In the same week (20 March), secretary of state for energy, Ed Davey, met people working for Centrica. The briefing for the meeting reveals the main intentions were: to reassure Centrica that the department is “working  closely across Whitehall and with industry” as the situation develops. And, DECC wanted to invite Centrica to “set out their views on the risks to GB gas security, both at present and if relationships with Russia continue to deteriorate”.

March was only the beginning of the political and energy crisis – friction was building between Ukraine and Russia as Gazprom heavily increased gas prices and threatened to switch off the taps if Ukraine failed to pay up.

We can see is the pattern of similar meetings through the Summer – and the occasional sign of chumminess between the government and oil and gas executives.

US sanctions against Rosneft’s chief executive, Igor Sechin – among other energy oligarchs – were announced at the end of April.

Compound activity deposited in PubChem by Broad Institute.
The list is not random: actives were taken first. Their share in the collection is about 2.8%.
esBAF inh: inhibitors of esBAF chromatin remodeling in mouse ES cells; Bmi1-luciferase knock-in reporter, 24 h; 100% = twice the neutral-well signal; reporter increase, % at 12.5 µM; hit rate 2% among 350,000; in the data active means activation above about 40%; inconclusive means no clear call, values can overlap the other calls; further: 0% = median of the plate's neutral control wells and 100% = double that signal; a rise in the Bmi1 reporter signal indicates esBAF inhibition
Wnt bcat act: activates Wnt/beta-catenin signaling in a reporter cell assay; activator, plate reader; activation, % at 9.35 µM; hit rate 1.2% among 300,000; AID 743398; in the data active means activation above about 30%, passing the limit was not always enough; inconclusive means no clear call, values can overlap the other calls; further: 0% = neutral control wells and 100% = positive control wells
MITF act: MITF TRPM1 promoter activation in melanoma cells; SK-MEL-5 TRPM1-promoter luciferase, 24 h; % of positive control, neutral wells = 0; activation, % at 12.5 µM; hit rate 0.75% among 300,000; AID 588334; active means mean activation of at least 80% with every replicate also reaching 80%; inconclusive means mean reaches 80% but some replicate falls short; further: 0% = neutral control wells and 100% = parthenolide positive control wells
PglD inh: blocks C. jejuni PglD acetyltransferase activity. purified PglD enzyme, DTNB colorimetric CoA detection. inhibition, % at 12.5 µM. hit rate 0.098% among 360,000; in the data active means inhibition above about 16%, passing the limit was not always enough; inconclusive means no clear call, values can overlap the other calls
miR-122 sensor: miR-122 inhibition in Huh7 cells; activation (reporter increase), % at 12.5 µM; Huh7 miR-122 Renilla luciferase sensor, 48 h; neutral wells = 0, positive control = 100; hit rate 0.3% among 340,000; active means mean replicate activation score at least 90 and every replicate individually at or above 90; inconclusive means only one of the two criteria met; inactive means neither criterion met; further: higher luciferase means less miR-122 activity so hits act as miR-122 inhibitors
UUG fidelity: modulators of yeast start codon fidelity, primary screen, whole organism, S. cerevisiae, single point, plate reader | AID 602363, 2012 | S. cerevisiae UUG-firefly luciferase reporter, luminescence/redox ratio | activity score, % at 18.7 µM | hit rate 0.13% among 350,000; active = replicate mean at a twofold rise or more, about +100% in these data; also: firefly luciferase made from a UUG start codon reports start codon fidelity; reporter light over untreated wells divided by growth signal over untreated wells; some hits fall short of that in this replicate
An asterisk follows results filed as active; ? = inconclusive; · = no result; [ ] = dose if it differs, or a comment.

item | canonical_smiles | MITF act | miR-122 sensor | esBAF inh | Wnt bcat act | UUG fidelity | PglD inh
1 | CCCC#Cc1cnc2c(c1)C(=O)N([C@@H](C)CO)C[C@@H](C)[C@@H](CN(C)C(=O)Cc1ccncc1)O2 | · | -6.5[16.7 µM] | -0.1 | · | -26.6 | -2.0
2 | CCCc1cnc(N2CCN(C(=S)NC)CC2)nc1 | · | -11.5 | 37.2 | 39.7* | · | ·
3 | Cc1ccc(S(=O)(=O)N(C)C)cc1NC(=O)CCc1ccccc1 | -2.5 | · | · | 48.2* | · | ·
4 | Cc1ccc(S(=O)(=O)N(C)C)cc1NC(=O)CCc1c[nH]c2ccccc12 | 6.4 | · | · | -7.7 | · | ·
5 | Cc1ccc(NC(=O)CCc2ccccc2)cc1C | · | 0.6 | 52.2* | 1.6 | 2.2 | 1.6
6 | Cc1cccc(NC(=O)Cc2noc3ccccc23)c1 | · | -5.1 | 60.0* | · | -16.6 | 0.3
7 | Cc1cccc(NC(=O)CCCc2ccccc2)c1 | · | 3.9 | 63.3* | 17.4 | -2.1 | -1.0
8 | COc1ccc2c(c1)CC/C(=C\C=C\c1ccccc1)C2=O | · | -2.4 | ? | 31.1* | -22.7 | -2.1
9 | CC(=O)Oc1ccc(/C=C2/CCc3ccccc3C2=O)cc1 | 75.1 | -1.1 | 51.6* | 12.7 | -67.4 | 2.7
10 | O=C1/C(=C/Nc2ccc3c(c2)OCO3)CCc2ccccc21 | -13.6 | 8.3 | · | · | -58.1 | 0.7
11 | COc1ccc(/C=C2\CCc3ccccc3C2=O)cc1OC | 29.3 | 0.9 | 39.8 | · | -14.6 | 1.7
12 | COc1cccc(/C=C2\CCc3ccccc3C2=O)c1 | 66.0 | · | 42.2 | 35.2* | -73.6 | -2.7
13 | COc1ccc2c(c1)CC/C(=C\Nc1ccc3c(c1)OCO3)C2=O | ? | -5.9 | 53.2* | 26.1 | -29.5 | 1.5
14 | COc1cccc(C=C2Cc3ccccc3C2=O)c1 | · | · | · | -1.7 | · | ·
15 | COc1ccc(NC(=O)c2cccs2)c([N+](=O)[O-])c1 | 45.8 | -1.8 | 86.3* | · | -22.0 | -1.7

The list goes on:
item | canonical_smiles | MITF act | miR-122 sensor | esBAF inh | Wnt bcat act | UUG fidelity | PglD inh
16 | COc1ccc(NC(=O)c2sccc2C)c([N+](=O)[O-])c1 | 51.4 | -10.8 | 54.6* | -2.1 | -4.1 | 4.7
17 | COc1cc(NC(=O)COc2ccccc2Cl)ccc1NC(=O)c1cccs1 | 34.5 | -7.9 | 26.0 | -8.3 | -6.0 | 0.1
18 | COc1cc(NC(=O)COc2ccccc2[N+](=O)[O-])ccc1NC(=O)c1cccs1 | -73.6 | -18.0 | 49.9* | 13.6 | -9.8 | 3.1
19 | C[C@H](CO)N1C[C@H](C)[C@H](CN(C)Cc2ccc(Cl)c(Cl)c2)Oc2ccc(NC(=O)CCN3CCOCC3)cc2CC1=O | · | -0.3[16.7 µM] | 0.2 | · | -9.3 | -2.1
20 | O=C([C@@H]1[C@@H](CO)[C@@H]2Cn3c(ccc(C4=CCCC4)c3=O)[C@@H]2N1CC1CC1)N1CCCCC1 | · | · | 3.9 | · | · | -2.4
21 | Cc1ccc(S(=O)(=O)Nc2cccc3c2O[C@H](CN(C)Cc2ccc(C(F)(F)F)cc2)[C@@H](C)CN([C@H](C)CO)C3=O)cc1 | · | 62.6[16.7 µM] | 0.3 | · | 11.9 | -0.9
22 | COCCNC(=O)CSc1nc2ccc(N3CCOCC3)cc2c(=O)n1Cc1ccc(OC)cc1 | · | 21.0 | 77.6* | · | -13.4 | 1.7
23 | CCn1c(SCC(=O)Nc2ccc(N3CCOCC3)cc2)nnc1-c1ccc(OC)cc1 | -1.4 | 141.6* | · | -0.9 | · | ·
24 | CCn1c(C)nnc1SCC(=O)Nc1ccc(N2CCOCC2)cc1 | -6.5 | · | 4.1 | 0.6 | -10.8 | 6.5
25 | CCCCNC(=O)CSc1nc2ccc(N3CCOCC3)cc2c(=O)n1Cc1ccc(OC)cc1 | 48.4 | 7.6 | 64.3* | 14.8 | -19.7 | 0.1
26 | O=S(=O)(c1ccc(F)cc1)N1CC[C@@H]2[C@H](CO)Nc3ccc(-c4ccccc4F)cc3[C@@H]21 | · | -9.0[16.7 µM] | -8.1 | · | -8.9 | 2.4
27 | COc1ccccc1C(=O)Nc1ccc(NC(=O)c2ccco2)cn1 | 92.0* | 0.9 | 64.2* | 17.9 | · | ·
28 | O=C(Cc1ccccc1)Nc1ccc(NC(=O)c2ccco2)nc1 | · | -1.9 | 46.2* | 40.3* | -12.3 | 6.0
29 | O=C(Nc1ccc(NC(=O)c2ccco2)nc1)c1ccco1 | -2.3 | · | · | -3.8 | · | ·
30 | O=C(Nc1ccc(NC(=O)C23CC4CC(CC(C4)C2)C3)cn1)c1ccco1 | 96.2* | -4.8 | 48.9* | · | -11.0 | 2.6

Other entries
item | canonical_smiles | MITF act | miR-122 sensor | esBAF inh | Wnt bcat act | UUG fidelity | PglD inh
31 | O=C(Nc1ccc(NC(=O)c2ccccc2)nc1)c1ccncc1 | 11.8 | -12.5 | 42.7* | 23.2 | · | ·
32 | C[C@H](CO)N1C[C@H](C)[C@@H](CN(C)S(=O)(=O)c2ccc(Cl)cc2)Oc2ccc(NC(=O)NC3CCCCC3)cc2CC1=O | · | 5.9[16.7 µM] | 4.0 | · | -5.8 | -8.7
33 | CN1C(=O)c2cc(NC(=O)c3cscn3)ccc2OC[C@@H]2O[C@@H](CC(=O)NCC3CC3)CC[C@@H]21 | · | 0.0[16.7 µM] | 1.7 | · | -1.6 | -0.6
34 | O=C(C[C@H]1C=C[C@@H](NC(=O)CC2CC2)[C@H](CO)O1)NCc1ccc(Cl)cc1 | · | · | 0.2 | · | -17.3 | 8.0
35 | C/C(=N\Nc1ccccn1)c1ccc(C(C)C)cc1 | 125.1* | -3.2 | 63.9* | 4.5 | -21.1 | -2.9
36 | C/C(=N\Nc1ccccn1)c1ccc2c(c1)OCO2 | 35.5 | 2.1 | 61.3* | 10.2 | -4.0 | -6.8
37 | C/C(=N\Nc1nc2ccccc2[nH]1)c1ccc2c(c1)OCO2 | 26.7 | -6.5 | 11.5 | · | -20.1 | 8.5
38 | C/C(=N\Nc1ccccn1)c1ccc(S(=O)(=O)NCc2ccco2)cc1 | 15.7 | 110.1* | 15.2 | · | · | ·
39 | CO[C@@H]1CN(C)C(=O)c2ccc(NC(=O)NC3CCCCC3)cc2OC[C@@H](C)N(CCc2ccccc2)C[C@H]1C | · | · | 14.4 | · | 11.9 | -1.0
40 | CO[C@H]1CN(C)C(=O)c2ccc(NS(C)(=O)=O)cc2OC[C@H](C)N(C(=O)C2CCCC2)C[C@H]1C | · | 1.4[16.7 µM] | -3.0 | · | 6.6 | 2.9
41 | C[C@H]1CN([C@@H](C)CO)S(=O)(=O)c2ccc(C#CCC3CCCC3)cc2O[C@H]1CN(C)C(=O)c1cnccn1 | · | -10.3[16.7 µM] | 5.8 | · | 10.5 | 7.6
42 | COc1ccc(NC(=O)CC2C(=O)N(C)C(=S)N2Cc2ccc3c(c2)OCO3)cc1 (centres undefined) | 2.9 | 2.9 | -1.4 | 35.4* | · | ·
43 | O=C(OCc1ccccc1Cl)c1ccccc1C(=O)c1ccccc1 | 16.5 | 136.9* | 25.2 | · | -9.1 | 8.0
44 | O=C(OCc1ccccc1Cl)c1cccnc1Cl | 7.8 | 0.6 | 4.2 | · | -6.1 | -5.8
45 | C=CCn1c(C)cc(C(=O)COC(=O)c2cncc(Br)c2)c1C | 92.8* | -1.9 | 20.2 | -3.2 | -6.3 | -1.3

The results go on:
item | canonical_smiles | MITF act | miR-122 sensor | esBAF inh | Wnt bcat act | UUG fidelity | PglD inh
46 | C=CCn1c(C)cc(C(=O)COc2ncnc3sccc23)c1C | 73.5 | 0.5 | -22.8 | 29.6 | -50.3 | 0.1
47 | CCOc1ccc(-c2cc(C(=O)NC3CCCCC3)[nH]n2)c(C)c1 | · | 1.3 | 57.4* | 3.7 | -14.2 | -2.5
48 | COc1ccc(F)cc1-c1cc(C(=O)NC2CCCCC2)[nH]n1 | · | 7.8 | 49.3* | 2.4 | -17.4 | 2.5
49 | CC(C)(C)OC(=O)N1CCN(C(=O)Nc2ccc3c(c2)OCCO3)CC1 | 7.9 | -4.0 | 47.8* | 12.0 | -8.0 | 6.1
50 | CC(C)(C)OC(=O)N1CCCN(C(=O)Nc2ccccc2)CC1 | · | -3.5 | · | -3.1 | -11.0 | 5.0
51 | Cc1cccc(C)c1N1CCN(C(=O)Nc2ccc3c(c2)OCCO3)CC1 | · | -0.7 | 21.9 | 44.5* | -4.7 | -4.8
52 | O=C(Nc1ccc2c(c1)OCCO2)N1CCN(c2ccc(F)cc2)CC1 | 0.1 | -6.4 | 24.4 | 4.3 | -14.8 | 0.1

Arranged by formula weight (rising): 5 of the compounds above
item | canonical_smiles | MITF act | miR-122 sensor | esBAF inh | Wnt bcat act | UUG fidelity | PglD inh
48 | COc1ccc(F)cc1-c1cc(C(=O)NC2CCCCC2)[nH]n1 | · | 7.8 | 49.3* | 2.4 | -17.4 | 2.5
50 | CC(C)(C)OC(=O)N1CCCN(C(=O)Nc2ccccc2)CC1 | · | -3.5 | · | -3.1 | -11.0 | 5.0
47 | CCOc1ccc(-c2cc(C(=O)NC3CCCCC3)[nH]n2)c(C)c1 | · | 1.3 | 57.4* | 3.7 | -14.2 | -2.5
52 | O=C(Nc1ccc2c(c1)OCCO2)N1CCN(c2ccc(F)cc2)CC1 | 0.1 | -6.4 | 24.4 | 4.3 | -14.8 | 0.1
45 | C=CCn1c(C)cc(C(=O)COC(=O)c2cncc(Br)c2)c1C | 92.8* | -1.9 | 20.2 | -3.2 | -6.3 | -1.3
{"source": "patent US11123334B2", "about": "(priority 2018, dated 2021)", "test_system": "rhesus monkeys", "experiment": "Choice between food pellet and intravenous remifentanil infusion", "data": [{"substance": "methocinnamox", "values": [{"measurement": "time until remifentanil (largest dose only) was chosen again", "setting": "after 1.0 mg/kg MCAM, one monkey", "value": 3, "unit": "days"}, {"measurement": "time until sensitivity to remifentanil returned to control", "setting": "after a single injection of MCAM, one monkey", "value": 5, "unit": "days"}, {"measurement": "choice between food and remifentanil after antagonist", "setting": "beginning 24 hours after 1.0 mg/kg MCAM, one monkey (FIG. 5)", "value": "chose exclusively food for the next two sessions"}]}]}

And on May 9, Centrica had another meeting where they discussed the Ukraine crisis, this time a one-to-one between the ‘managing director’ of Centrica [if they mean CEO, this would have been Sam Laidlaw], and Simon Virley, the director general for the Markets and Infrastructure Group at DECC. The main point of this meeting seems to be to allay any anxieties over disruption to European gas supplies through Ukraine, and to invite Centrica’s views on the impact of Russia turning Ukraine’s gas supply taps off.

On 2 June, Ed Davey met with three people from BP. The briefing he received ahead of the meeting is titled: “Regular catch-up between you and BP.” Cosy.

Again, the point of the meeting – sorry, ‘catch-up’ – was to address BP’s concerns, including the key point to tell BP: “[We] appreciate your commitment to adhere to any sanctions”. Much of the readout from the meeting was REDACTED but the note remained that Davey “agreed he hoped there would be no further escalation and emphasised the HMG [Her Majesty’s Government] position” – and explained the medium and long-term strategies for energy security in the UK. The strategy – which contains altogether nothing unexpected – is described as increased interconnection, energy efficiency indigenous resources (read, fracking) and renewables including nuclear.